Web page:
While most households are in a better financial shape now than they were when the COVID-19 pandemic began, the economic benefit from financial aid provided by the federal government is rapidly fading, especially for those at the bottom of the income ladder, according to a published report, which warns that fewer consumers have savings to fall back on in case of an emergency.
Many families and households received buffers in the form of stimulus payments or increased unemployment benefits at various points during the pandemic. But those have largely dried up, and people are finding themselves back where they were when the pandemic started, or worse, with less.
The average checking account balance for people earning less than $30,296 per year was $961 at the end of September, according to data tracked by JPMorgan Chase. At the time, that represented an increase of $393 from the same period of 2019, before the pandemic hit. So while on a percentage basis the amount in their bank accounts was significantly higher, it still did not provide much of a financial cushion. And in the subsequent months, that balance has likely retreated back to closer what it was before the pandemic, especially thanks to rising inflation which is making everyday products like food, clothing, and gas more expensive.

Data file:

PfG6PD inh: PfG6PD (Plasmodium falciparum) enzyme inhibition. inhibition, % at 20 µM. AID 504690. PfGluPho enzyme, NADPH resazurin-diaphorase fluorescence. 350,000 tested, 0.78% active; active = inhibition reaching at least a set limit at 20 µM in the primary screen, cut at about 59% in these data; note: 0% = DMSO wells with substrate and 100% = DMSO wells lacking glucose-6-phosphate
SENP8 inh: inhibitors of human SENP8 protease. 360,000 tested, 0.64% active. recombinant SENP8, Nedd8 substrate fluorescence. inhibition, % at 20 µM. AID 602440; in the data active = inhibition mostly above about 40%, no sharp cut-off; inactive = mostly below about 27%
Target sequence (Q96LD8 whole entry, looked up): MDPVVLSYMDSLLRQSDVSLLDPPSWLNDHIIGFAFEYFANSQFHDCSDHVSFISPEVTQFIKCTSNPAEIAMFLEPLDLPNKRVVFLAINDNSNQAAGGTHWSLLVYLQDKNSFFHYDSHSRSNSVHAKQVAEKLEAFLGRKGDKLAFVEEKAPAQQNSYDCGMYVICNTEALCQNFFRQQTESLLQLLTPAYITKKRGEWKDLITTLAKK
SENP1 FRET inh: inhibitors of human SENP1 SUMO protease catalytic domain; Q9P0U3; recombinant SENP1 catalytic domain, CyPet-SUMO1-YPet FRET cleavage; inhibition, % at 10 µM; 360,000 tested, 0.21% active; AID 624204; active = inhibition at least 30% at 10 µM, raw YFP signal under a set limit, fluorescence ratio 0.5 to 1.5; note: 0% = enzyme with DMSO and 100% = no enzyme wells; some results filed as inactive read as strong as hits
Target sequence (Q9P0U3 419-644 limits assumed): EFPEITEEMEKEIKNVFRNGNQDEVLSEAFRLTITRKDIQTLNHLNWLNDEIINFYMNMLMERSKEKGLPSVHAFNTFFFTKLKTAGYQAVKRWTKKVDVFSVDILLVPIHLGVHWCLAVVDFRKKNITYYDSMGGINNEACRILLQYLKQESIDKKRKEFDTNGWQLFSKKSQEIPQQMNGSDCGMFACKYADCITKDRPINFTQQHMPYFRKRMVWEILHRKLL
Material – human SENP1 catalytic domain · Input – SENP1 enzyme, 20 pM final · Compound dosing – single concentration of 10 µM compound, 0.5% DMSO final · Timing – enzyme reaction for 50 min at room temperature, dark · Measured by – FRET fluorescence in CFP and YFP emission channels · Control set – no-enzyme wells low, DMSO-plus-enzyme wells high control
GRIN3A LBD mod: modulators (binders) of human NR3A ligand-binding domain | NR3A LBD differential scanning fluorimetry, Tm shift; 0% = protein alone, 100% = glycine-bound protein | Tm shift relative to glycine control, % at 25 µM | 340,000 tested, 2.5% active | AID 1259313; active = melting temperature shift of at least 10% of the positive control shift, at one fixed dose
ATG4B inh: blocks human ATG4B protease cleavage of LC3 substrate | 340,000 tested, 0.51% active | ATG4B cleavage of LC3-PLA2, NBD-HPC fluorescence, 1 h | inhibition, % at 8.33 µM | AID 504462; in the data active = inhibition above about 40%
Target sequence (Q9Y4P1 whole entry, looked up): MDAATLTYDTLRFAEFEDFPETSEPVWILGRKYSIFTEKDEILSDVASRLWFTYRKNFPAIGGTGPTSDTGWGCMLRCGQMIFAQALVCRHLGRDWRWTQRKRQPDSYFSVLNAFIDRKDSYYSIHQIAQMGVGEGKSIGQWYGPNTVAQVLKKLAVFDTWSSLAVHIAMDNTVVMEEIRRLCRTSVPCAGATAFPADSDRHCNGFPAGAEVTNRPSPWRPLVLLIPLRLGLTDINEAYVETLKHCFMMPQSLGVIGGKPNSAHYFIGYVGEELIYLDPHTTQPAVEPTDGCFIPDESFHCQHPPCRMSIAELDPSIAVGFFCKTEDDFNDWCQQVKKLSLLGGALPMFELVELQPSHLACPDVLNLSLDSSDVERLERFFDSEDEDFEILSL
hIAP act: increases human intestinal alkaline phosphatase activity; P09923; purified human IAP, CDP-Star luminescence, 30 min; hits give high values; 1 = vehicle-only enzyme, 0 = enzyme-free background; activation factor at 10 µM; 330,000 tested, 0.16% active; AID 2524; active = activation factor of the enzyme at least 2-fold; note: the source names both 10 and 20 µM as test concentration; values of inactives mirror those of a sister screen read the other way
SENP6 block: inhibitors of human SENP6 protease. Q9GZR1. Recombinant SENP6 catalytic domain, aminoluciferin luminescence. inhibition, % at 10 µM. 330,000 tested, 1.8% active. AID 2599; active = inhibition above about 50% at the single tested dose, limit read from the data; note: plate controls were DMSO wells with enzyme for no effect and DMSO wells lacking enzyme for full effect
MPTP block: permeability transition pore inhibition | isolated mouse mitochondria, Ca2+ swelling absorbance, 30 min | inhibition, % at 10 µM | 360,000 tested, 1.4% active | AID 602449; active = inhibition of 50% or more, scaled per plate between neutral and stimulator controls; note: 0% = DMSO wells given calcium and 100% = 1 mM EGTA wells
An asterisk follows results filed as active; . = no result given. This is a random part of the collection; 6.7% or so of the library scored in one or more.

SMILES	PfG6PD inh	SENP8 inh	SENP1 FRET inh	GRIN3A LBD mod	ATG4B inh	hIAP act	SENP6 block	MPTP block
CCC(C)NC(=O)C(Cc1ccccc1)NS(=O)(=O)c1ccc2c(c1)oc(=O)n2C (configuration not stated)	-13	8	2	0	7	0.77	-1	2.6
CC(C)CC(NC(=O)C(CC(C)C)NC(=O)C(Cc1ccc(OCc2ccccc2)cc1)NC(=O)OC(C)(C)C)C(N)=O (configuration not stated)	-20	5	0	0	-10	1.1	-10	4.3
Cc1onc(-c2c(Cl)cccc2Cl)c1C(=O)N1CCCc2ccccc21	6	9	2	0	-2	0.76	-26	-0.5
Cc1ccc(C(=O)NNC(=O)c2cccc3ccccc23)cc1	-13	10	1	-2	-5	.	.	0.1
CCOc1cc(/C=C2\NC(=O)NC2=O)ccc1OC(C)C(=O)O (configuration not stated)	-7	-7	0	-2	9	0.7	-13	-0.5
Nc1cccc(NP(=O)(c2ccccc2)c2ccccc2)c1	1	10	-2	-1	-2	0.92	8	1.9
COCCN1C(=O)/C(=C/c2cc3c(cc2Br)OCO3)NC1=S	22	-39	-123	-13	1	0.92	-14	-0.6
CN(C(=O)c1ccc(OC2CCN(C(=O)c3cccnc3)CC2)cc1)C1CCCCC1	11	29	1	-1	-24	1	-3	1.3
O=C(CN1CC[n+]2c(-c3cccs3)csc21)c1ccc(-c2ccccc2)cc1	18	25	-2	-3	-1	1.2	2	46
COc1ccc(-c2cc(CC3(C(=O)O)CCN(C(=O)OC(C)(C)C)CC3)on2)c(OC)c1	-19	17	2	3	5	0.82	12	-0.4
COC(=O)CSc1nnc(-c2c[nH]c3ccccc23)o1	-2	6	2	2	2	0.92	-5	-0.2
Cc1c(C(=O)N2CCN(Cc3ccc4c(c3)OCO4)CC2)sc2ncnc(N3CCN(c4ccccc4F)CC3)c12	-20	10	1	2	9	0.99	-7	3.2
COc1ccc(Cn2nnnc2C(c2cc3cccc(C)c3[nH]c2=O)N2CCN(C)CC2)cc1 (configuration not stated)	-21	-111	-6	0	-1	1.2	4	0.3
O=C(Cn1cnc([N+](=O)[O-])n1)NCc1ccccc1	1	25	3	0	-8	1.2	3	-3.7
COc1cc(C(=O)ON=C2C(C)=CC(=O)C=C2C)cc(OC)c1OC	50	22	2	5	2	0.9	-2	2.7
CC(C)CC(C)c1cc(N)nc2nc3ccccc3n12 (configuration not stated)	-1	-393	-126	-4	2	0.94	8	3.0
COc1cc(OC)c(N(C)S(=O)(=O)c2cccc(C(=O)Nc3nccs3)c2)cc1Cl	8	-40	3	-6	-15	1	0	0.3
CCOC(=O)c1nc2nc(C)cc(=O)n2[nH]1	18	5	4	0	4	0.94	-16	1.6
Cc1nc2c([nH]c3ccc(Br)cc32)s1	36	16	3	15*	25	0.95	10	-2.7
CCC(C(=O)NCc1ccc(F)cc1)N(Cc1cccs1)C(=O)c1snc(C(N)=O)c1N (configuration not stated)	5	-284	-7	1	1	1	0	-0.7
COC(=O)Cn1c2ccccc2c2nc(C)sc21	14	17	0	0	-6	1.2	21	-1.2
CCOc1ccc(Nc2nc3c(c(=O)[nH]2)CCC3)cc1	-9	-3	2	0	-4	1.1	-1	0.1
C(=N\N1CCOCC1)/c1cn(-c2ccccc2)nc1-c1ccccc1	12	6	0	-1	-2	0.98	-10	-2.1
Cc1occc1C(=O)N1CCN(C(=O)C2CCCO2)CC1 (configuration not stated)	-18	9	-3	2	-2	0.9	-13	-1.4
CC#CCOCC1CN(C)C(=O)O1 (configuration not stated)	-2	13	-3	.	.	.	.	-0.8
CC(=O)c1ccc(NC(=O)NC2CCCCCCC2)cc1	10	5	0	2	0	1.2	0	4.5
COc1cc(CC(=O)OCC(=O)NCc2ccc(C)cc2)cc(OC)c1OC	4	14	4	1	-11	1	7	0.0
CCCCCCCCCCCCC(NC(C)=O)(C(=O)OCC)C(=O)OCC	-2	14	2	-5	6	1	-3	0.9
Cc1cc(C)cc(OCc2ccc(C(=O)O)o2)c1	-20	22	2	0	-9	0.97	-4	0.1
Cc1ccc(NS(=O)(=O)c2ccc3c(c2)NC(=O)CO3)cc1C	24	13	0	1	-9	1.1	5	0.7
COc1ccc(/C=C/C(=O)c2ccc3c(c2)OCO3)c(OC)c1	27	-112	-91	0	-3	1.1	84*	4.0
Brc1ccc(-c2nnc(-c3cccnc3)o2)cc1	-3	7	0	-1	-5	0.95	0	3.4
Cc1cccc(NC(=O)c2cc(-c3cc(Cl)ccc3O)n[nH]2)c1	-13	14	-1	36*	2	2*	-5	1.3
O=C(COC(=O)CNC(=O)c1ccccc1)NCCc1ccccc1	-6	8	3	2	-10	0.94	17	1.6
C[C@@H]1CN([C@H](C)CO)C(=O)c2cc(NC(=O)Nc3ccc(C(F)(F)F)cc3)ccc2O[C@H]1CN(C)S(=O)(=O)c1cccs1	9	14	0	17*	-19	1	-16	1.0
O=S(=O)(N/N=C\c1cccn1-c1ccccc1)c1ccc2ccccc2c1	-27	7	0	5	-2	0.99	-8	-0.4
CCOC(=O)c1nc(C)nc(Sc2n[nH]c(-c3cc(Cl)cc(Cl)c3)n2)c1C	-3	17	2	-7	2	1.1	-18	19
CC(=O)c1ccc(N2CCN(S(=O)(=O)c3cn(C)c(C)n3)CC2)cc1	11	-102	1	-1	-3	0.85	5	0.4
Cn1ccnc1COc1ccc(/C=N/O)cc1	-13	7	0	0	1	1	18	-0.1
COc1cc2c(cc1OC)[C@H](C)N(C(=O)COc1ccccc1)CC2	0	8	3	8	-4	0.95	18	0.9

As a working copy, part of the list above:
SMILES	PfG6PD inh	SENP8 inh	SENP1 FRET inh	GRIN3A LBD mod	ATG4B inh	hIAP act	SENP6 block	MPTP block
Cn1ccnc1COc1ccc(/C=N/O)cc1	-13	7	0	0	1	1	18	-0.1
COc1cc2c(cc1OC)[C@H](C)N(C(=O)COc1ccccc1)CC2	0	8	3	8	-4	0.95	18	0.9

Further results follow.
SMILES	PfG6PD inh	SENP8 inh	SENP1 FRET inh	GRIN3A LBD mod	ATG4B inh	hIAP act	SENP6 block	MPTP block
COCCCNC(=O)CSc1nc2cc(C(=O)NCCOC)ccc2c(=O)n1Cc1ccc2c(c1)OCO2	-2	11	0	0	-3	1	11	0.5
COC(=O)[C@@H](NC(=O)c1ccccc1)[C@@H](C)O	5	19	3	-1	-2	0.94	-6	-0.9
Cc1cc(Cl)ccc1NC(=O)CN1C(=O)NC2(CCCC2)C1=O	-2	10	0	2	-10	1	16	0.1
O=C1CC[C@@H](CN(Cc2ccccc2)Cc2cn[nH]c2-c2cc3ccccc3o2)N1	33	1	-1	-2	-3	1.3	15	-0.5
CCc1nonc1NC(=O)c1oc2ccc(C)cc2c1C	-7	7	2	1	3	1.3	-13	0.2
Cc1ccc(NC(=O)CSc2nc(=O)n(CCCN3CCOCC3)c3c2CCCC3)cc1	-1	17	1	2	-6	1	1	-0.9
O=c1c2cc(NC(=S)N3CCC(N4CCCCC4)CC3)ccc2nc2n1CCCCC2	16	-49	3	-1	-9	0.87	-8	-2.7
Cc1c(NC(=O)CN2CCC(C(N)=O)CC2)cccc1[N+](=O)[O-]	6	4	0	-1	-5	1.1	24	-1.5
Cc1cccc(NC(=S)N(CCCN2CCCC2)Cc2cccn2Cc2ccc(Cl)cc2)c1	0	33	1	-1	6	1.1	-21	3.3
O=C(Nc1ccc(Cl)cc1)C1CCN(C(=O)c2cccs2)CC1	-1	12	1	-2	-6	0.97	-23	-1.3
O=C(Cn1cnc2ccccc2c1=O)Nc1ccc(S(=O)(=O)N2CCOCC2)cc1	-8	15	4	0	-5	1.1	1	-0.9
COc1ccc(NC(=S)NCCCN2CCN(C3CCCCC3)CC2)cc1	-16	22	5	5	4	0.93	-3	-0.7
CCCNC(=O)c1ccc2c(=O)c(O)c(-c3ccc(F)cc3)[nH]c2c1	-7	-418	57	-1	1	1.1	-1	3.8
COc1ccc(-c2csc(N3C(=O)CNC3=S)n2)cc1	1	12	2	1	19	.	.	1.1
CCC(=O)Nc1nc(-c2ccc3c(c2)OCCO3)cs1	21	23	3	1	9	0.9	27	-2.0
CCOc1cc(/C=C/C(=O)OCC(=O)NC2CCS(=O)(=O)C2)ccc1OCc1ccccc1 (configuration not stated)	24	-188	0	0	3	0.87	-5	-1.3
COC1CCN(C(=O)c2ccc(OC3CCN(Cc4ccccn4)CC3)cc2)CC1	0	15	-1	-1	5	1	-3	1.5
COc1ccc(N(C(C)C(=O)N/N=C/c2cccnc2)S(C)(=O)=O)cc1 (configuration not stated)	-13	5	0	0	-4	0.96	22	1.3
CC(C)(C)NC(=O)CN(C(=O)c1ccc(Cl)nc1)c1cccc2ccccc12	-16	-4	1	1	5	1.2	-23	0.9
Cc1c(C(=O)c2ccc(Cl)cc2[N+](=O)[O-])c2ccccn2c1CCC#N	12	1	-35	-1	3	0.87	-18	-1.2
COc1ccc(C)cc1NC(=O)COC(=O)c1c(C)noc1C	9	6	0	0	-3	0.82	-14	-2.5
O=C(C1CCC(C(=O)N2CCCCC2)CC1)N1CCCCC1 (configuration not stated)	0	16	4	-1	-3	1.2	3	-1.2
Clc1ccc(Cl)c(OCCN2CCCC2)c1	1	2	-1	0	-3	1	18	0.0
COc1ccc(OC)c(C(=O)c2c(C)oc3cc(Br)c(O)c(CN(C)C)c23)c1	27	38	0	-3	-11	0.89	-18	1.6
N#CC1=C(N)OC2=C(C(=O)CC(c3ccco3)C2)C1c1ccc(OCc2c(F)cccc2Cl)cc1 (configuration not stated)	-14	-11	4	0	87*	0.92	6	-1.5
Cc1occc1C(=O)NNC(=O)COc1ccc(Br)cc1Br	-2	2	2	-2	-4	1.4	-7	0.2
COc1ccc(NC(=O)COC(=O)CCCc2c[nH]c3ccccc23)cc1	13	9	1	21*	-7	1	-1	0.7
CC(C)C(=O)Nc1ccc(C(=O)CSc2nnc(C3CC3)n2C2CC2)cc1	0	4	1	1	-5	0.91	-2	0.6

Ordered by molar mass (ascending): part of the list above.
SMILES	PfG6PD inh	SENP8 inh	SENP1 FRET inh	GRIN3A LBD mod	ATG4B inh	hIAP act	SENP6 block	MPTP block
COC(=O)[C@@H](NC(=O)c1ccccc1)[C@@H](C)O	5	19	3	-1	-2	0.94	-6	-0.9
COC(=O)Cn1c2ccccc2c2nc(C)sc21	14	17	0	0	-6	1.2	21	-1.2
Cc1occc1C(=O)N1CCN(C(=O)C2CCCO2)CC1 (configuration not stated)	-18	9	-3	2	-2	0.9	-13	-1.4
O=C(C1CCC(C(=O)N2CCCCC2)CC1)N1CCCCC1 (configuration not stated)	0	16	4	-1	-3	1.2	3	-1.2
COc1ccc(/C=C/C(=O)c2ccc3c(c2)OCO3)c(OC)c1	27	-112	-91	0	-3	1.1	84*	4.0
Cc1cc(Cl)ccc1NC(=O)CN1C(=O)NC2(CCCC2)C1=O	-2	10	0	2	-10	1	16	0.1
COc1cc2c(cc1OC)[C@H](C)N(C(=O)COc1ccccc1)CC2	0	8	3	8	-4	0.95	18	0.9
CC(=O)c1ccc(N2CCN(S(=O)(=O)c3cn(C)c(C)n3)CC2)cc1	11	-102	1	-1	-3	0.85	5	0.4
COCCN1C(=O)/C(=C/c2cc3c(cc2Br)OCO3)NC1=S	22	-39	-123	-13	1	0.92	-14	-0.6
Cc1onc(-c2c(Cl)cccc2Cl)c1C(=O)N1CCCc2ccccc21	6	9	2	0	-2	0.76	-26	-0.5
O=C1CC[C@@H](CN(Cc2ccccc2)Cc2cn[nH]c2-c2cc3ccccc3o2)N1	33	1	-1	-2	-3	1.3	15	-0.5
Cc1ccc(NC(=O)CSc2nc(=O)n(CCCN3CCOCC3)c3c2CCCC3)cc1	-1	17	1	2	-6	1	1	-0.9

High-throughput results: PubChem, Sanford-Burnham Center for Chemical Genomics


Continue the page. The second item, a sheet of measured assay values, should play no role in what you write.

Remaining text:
The excess savings created by the economic stimulus packages could run out for “working- and middle-class families” as soon as early next year, according to one report.
One-third of consumers reported having less money to fall back on in case of an emergency compared with before the pandemic, and only one-sixth reported having more, according to the report.
Heading into an income tax season where many people have already received portions of their refunds in the form of child tax credit payments, the accounts receivable management industry might have a long road ahead at convincing individuals to make good on their unpaid debts.